Family: Disabled girl denied access to museum because “wheelchair would get carpets dirty”

RePosted from an online story By Chris Dyches
savannah museum

Lexi in her new wheelchair on July 2nd (Source: Facebook)Lexi in her new wheelchair on July 2nd (Source: Facebook)

A Charlotte family says their disabled daughter was denied access to a maritime museum because her wheelchair would “get the carpets dirty.”

Dr. Stephen Haas says his family, including 11-year-old Lexi, was in Savannah over the weekend when they were told they wouldn’t be able to bring Lexi’s wheelchair into the Ships of the Sea Museum on Sunday.

Lexi suffers from Kernicterus, a bilirubin-induced brain dysfunction, which has left her physically non-functional. The bilirubin accumulates in the gray matter of the central nervous system, potentially causing irreversible neurological damage.

Haas says his wife is from Savannah and the family had done research online and knew that due to limitations, it might be difficult for Lexi to be able to visit the museum, which is housed in a historic home.

But he says the reason they were kept out “didn’t make any sense to me.”

Haas says a woman at the front desk of the museum said the family couldn’t bring in their wheelchair because it would get the carpets dirty. They then offered to let Lexi use a wheelchair that the museum owns.

Haas says Lexi, who can’t sit up on her own, was not able to use the museum’s wheelchair because it didn’t have straps that Lexi needs. The museum then offered to “have Lexi sit outside and watch a video on a tiny TV while the rest of us walked through the exhibits,” the family posted on Facebook on Sunday.

Museum curator Wendy Melton admits that the family was told this, but says it is not the museum’s policy. Melton says she spoke with the employee who misunderstood what the museum’s wheelchair policies are.

She says the museum offers the wheelchair to people who need it, but no one is required to use it.

The museum does have accommodations posted on its website to assist people with special needs.

“With prior notice, the Museum will make a docent available to a guest with a disability to provide an introduction to the collection, house and garden; set up a video presentation on the collection in the pavilion or classroom; introduce display items in the classroom, and make Museum publications or additional videos available to the guest,” the site states.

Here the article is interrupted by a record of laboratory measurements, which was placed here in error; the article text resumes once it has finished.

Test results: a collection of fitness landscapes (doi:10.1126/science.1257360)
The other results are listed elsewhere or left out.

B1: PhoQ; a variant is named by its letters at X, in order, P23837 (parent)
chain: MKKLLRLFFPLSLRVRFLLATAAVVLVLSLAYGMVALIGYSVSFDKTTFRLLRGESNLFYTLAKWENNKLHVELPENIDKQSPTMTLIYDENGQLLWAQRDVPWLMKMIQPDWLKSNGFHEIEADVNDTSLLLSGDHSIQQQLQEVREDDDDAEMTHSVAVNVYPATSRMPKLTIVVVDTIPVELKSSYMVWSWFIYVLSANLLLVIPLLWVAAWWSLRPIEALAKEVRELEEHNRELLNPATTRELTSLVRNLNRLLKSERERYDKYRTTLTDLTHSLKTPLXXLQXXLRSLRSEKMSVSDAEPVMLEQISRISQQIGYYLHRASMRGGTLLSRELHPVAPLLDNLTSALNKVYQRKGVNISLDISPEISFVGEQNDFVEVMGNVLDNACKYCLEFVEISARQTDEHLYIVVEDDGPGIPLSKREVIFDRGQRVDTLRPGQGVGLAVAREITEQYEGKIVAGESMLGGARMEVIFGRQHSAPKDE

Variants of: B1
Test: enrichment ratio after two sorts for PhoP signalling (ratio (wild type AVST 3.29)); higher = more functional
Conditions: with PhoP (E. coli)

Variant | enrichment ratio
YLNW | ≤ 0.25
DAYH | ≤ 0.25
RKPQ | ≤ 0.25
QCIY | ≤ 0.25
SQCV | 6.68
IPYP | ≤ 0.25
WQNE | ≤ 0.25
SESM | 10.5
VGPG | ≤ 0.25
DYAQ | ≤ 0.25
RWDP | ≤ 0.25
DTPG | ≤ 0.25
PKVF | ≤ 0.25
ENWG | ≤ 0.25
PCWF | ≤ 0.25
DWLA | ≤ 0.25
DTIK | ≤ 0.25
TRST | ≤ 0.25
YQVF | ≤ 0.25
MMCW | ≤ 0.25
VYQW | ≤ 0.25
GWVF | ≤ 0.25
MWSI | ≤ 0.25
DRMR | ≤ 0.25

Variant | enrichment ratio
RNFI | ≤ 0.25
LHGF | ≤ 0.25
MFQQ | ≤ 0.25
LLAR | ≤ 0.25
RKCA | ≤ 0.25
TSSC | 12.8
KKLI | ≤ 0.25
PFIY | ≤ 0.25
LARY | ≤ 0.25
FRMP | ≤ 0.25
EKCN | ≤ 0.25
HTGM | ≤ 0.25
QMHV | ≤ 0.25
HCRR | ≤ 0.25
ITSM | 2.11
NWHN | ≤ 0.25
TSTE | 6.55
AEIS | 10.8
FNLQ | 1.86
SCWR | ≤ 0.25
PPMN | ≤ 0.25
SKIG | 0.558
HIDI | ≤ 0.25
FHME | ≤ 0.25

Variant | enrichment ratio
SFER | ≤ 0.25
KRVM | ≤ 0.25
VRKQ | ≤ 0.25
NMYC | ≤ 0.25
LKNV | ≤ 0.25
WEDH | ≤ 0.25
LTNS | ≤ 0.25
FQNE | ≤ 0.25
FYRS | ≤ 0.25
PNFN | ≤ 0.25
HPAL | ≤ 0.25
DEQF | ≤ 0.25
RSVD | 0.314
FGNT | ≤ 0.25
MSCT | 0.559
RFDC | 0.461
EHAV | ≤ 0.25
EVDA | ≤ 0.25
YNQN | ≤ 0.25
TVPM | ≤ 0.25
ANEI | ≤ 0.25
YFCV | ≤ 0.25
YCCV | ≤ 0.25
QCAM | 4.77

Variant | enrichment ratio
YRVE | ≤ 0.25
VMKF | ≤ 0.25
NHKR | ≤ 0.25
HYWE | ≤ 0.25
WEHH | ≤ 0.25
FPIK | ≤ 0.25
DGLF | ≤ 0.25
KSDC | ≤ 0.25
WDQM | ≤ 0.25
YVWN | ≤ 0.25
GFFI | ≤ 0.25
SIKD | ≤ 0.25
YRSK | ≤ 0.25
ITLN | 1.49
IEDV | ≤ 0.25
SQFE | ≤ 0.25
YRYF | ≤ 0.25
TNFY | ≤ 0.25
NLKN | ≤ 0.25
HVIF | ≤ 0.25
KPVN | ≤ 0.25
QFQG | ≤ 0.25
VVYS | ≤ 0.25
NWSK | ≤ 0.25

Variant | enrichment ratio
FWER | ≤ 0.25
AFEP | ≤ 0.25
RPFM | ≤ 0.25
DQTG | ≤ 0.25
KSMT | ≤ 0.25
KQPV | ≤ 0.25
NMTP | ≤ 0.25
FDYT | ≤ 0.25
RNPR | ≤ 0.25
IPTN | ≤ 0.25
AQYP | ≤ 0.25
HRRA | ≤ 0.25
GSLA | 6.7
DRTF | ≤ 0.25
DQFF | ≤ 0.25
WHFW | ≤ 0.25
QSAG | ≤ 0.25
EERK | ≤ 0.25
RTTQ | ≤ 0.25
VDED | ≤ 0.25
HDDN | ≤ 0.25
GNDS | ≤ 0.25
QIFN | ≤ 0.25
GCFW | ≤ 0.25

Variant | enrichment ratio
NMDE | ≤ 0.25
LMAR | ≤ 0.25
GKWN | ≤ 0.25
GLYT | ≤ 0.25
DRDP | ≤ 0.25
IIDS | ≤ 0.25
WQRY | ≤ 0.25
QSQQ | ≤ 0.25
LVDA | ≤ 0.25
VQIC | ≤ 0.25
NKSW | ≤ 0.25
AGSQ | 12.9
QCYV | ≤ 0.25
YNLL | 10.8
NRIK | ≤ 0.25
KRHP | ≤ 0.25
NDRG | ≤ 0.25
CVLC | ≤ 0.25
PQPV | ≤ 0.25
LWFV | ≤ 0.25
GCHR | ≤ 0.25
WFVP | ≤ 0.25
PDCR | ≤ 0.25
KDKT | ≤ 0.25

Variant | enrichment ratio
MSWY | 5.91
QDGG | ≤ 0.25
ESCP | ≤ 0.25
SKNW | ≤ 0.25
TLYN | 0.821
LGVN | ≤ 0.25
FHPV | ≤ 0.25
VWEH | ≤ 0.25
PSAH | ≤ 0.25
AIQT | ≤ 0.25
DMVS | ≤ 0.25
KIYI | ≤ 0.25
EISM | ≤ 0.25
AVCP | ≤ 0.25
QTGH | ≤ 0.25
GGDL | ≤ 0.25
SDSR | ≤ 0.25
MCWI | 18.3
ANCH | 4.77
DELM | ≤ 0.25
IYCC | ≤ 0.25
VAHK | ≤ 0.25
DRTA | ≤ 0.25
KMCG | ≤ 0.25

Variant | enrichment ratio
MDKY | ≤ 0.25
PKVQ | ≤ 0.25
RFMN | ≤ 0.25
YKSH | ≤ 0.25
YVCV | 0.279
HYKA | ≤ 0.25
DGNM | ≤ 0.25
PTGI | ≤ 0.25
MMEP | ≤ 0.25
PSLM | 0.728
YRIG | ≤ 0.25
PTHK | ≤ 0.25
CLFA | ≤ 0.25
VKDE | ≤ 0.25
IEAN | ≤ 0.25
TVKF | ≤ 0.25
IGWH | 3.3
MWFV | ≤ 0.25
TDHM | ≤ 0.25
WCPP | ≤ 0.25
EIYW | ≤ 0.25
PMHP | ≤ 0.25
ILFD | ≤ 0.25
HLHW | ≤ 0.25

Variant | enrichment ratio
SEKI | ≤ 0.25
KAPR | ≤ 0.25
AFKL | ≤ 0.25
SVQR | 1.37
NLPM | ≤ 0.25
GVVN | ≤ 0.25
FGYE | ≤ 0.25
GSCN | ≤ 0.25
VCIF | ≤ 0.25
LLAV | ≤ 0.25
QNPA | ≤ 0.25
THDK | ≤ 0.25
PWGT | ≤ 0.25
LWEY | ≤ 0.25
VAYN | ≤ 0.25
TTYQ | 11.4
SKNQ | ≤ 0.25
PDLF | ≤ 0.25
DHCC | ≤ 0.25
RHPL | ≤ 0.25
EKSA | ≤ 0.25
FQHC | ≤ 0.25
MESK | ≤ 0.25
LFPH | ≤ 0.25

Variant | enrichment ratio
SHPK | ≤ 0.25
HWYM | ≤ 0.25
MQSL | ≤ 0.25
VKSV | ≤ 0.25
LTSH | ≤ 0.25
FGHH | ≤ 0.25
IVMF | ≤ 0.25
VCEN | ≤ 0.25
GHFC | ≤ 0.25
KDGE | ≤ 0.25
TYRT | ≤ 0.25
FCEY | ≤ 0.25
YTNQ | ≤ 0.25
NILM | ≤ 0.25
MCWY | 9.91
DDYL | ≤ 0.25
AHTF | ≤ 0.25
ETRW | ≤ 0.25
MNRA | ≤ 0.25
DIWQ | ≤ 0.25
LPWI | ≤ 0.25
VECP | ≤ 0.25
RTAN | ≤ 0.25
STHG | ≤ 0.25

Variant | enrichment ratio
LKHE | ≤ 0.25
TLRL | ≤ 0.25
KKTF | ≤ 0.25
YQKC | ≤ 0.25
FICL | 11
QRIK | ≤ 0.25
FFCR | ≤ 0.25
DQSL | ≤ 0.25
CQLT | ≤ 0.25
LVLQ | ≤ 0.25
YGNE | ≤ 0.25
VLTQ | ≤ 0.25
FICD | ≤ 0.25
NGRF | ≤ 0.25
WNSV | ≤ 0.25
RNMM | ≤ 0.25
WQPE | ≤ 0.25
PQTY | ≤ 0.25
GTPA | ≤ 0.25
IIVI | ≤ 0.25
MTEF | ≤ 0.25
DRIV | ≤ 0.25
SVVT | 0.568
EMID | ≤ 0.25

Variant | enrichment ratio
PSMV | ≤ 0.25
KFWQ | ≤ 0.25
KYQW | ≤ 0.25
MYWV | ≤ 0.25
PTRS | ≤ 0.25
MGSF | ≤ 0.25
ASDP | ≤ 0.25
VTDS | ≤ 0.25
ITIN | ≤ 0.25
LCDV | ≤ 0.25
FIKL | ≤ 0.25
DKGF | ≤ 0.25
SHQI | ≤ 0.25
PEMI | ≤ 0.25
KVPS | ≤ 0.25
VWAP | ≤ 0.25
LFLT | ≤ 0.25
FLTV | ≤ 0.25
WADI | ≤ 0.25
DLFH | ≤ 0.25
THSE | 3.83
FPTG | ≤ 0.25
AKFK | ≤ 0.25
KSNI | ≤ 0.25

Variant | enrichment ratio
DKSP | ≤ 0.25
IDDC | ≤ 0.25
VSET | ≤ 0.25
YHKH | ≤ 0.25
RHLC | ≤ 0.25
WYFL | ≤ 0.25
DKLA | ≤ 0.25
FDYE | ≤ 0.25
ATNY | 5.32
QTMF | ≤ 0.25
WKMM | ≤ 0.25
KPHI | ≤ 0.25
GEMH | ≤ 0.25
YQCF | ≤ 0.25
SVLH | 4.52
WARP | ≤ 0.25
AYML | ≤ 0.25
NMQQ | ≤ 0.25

“At present, due to a conflict between city regulations and those of the Department of the Interior regulating historic sites, we do not have an elevator or lift,” the policy continues.

Haas says Lexi was angry about the incident, saying she just loves to learn.

He told WBTV that he was still waiting to hear back from the museum’s administration about the incident.

“We’ll just wait and see what they say,” he told WBTV.

Melton says the museum’s director is out of town for an extended period, but says she’s in the process of writing a letter of apology to the family.

“In Savannah, we have a reputation of being very accommodating to our guests,” she told WBTV. “This was an anomaly.”

She has spoken with the employee and made the actual policies very clear for the future.

Haas says they aren’t looking to file an Americans with Disabilities Act complaint, they just want to make it clear that this type of thing is not acceptable.

“You shouldn’t restrict someone because of her disability,” Haas said

Author: disabledaccessdenied

I am a disabled woman who through no fault of my own has wheels under my ass. I rely on the decency and common sense of local, state and federal goverments, as well as the retail community to abide by the disabled access laws and provide adequate ramps, disabled toilets, and not use them as store rooms or broom closets. This blog exists to find the offenders and out them, inform them, and report them if necessary and shame them into doing the right thing when all else fails.

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